Josh Flowers, FAIA
President, AIA Tennessee
Thank you to everyone that supported the Main Street Historic Tourism and Revitalization Act this year. Unfortunately, the legislation was not included in the budget. However, your voice was heard on TN’s Capitol Hill! You raised awareness of the importance of a state historic tax incentives and educated hundreds of people about the issue. Let’s keep up the momentum and fighting for Tennessee’s historic built environment.
Tennessee’s main street and downtown communities throughout the state – both rural and urban – will benefit from tax incentives. The goal is to attract private capital to revitalize historic buildings and main street communities, creating desirable places to live and work. Job creation and economic development are proven effects of state historic rehabilitation programs.
Overview & Resources
- Main Street Historic Tourism and Revitalization Act – Legislative Summary
- This is a overview of the SB 1053 / HB 1063 sponsored by Senator Bo Watson and Rep. Kevin Vaughn in 2019.
- TN Historic Project Case Studies & Potential Projects
- This is a list of projects that were completed in Tennessee utilizing the Federal Historic Tax Credit as well as a list of potential projects that could be completed if Tennessee had a Historic Preservation Tax Credit.
- Report on State Historic Tax Credits: Maximizing Preservation, Community Revitalization, and Economic Impact (November 2018) – The National Trust envisions a future where leaders who make decisions impacting our neighborhoods consider the reuse of historic buildings an essential strategy to create more inclusive, prosperous, and resilient communities. The National Trust has long supported the enactment of state historic tax credits (HTC) as a way of promoting building reuse.
- Just one example provided in the study:
- BILL BOYKIN GREW UP IN GREENVILLE, MS (POP. 31,500) AND SAYS:
“Without historic tax credits, projects like mine would not be feasible. Since I took the risk
to rehabilitate the former 1940s Sears building into a 28-room boutique hotel and loft
apartments, nine or ten other properties have been sold along the street. We now have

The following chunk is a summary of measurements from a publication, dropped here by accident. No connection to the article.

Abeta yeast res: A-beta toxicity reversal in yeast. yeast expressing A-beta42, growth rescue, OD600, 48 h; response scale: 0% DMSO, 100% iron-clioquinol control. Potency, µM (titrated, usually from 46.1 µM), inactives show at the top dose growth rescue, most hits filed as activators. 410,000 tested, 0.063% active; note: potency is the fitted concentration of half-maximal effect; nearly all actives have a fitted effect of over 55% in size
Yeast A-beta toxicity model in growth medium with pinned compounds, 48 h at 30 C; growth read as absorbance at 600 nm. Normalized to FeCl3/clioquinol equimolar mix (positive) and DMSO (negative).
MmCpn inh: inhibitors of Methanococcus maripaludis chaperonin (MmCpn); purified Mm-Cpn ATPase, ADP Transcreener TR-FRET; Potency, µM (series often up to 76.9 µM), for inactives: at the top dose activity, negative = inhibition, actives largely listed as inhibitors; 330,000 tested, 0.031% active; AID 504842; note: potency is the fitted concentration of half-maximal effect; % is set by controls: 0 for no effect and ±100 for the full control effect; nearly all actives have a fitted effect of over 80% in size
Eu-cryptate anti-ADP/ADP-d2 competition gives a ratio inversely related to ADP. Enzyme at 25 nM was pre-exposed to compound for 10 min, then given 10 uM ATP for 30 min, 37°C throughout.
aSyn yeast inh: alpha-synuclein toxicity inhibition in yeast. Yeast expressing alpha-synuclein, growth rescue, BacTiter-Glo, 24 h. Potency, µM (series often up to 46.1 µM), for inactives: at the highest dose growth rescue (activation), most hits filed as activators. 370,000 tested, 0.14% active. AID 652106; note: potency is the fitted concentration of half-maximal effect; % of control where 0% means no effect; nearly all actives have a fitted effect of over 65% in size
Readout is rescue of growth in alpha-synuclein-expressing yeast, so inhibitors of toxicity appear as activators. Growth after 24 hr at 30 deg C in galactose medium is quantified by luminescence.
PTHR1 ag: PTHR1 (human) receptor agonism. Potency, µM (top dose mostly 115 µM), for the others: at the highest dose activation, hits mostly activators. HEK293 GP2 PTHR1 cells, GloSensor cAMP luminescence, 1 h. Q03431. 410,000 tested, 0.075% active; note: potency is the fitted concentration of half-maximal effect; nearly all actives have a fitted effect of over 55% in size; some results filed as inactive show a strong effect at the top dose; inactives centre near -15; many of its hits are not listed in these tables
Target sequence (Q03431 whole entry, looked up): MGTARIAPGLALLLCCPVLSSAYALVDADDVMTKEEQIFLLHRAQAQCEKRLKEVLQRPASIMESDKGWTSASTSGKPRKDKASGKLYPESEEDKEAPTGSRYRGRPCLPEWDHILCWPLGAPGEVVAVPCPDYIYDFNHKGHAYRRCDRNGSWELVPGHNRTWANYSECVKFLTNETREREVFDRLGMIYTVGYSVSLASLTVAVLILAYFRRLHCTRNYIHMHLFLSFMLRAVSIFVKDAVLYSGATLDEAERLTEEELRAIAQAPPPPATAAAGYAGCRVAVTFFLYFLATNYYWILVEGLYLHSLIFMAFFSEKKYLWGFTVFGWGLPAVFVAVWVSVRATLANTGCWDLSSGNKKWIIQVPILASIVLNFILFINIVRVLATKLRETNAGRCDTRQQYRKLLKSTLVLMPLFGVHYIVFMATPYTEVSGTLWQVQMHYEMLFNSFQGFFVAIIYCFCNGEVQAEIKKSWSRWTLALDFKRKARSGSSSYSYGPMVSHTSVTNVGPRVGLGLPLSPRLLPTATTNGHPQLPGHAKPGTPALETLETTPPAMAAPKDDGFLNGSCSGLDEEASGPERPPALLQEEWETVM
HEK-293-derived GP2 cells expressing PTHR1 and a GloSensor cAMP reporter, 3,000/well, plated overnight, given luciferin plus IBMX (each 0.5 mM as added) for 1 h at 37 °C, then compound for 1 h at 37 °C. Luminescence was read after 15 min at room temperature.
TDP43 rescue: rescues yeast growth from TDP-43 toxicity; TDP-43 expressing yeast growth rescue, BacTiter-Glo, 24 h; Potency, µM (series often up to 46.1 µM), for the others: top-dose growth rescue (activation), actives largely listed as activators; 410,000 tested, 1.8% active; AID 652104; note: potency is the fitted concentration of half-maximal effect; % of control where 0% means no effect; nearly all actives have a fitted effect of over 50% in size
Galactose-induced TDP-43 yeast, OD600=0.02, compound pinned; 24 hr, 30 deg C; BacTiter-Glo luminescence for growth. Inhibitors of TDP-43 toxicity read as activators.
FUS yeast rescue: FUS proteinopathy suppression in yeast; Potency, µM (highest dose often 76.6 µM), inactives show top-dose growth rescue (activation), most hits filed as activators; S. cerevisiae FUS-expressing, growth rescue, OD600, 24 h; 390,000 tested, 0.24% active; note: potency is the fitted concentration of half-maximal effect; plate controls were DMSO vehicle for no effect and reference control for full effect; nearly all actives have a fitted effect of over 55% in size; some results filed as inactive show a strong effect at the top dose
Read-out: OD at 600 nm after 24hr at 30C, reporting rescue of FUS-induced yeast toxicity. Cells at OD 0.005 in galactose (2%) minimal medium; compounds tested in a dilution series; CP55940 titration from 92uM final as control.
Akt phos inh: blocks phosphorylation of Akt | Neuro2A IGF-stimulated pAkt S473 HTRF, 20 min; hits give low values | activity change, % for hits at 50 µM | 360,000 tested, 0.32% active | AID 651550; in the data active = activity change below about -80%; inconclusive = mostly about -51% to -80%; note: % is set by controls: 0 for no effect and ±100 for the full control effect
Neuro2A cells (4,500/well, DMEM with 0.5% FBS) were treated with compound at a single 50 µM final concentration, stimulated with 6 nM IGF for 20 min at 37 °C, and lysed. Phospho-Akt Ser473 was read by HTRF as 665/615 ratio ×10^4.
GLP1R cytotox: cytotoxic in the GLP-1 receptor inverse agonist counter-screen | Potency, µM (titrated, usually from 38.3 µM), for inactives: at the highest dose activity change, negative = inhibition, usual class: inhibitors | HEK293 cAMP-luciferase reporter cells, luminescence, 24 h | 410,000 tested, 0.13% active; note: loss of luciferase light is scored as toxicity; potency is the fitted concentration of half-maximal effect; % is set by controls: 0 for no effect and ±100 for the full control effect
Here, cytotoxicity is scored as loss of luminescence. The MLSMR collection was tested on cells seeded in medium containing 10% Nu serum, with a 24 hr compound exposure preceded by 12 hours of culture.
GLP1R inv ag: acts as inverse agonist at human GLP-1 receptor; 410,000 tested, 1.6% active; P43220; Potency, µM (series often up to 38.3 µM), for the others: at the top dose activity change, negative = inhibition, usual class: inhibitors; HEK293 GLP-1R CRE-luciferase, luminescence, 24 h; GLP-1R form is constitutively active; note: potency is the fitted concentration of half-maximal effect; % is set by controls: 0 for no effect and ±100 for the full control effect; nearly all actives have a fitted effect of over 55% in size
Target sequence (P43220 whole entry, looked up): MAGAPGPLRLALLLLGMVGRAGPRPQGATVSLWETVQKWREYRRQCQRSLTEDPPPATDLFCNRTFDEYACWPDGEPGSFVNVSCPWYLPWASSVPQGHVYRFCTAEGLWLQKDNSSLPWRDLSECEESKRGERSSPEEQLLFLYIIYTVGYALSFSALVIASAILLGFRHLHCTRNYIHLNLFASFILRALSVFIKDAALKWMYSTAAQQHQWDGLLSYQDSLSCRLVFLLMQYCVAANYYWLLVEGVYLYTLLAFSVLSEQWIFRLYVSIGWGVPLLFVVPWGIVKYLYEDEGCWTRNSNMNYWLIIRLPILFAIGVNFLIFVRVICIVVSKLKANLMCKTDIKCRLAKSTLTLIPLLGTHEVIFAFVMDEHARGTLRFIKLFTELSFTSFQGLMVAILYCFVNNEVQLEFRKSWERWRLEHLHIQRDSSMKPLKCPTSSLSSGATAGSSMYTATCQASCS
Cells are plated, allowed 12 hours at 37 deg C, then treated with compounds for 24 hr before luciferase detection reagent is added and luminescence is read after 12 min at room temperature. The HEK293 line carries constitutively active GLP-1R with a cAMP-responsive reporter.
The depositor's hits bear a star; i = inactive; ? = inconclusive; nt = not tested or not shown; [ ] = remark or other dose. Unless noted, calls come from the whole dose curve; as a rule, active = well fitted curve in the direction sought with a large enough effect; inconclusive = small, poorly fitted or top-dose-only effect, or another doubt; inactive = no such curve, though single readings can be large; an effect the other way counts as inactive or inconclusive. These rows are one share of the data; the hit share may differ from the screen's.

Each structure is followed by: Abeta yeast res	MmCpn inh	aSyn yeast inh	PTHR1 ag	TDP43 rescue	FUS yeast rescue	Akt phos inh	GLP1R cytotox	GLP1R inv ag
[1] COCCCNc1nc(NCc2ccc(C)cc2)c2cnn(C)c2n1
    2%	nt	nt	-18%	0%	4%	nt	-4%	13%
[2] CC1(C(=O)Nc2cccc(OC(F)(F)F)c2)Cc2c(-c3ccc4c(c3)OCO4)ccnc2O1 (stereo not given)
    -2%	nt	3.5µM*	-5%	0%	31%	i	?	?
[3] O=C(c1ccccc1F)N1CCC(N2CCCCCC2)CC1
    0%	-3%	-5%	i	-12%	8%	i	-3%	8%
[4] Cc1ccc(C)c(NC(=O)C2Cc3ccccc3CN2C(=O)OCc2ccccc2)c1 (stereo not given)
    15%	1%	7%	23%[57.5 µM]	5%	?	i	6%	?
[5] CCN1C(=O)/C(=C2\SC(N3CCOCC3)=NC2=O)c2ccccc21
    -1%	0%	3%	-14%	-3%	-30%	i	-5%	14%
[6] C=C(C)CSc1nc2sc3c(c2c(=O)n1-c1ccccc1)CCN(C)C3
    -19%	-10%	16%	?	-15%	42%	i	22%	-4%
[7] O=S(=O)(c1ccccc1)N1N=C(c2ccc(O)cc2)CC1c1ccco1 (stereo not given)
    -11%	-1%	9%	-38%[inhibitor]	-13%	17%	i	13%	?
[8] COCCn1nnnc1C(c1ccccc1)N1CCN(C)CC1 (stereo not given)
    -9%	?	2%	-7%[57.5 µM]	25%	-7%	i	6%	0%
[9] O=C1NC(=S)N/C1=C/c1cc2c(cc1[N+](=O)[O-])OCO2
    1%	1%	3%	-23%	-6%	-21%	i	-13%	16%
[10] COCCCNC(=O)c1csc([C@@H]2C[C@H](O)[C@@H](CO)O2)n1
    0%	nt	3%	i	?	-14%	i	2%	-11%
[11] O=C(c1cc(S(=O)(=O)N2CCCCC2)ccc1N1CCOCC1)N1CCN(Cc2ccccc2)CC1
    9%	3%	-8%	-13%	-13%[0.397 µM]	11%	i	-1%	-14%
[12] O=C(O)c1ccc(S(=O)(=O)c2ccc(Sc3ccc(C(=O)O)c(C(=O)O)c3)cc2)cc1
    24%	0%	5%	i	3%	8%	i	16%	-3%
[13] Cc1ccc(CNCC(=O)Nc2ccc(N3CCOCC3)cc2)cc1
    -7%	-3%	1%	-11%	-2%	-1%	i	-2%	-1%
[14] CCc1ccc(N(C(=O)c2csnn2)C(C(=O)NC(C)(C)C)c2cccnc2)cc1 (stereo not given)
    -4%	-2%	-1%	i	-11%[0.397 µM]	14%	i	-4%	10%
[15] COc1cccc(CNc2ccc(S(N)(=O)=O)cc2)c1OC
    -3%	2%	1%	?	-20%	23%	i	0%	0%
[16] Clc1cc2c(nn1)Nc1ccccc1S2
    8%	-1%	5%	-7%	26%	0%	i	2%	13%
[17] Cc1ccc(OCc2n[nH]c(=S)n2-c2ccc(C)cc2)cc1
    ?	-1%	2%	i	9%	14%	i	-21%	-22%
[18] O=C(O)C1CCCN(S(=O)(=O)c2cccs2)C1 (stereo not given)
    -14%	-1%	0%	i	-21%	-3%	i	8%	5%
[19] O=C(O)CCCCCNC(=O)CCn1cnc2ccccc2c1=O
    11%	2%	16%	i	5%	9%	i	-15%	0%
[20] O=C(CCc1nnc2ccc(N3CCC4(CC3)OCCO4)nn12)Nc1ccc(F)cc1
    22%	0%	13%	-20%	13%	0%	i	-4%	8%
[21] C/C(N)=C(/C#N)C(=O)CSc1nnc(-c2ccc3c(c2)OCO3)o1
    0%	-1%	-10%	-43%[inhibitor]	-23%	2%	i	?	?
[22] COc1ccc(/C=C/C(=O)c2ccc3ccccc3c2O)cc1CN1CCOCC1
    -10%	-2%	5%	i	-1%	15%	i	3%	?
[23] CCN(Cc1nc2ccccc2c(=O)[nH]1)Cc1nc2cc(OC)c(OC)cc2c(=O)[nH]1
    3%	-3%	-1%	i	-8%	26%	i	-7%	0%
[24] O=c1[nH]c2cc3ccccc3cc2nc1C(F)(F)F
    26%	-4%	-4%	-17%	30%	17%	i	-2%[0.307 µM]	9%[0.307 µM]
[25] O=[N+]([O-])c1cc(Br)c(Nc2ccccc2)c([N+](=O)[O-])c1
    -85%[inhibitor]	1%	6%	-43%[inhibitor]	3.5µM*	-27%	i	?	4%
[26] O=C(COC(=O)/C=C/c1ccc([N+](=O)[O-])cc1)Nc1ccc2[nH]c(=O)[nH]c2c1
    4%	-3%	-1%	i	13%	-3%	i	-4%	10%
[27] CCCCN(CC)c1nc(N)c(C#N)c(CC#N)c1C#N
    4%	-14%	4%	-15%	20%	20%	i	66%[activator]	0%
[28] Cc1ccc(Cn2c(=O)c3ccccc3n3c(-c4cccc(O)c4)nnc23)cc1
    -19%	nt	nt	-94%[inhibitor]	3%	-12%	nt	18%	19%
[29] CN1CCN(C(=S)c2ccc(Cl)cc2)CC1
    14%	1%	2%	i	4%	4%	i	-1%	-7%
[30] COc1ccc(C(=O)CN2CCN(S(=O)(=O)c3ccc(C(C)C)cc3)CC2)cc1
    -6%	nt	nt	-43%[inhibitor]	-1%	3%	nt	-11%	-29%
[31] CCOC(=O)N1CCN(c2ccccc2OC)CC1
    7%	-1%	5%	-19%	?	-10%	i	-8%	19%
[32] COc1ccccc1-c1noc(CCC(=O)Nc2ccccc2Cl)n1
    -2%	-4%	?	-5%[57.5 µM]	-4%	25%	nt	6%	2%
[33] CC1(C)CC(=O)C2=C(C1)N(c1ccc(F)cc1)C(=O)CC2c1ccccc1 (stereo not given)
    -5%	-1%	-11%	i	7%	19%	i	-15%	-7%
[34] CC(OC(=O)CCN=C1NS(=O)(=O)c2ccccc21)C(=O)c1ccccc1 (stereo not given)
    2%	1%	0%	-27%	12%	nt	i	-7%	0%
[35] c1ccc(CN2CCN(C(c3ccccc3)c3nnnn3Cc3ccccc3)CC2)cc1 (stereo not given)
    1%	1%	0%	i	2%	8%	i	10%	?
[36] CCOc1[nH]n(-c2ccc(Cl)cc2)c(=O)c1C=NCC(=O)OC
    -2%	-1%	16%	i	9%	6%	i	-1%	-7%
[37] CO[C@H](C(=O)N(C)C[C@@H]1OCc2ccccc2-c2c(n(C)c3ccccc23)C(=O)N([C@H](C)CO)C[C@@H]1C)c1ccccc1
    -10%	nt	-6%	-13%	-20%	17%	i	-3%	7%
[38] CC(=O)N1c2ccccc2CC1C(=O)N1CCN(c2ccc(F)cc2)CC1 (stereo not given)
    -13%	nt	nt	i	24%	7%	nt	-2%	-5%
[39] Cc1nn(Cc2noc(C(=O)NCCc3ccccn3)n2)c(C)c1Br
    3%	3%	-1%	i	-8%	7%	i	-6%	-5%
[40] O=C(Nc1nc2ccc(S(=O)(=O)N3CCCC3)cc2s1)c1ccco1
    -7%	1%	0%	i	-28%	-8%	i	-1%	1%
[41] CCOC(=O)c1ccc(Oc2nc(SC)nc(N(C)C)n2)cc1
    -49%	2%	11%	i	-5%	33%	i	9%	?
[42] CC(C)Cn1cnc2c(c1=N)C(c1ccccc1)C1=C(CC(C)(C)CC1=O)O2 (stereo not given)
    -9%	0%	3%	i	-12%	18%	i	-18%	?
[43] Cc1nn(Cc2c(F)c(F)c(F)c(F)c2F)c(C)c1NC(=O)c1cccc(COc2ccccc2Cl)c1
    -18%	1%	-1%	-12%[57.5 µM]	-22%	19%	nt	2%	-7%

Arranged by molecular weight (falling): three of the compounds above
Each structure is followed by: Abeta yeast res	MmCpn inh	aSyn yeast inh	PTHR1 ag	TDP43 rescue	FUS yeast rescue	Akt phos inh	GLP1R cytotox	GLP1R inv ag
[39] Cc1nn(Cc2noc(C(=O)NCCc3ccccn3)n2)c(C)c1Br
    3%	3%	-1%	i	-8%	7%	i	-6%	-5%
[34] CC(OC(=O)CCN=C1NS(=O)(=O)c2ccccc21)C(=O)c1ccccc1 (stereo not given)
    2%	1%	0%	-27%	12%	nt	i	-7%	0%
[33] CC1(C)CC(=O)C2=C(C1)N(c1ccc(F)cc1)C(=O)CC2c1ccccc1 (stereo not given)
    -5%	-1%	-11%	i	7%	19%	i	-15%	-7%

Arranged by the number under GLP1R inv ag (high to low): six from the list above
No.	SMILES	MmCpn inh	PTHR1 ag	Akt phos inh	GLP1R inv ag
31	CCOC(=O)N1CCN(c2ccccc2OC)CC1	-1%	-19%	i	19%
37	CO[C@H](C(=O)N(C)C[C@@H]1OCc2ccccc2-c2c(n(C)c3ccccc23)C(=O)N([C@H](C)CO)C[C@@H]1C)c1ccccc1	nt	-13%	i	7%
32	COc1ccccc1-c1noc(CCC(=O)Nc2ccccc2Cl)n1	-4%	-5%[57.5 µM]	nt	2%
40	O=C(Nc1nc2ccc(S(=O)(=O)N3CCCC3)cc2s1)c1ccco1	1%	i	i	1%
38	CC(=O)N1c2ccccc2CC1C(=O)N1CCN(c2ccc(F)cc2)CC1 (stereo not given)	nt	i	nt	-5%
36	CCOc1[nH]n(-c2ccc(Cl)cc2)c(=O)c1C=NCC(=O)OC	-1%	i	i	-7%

nearly 75 employees [in the hotel, restaurant and bar] and it’s hard to find a parking spot
downtown. What a good problem to have.”
My Hometown from Blue Magnolia Films on Vimeo.
- BILL BOYKIN GREW UP IN GREENVILLE, MS (POP. 31,500) AND SAYS:
- Just one example provided in the study:
- Federal Historic Tax Preservation Projects in Tennessee (2002-2016)
- A total of 173 Federal Historic Tax Credit projects received Part 3 certifications from the National Park Service between fiscal year 2002 through 2016, resulting in over $600 million in total development. This report lists all of these projects. Without this critical funding, some of these projects never would have happened.
Current Media Coverage
- Read Rep. Kevin Vaughan’s Editorial in support of Historic Preservation Tax Credit – December 2018 – Memphis Business Journal
- Senator Bill Frist’s Editorial supporting Historic Preservation Tax Incentives – January 2019 – The Tennessean
- “Tax Credit that is History in the Re-making” by Senator Bill Frist – February 4, 2019, published in Forbes
- Letter to Editor “State Needs Historic Tax Program” by Renee Kuhlman, director of policy outreach, National Trust for Historic Preservation – Knoxville News Sentinel – February 4, 2019
- “Making a town square new? Williamson legislators back bill to build up Main Streets” – February 11, 2019, The Tennessean.
- “Music Row could benefit from preservation tax incentives” – February 12, 2019 – The Tennessean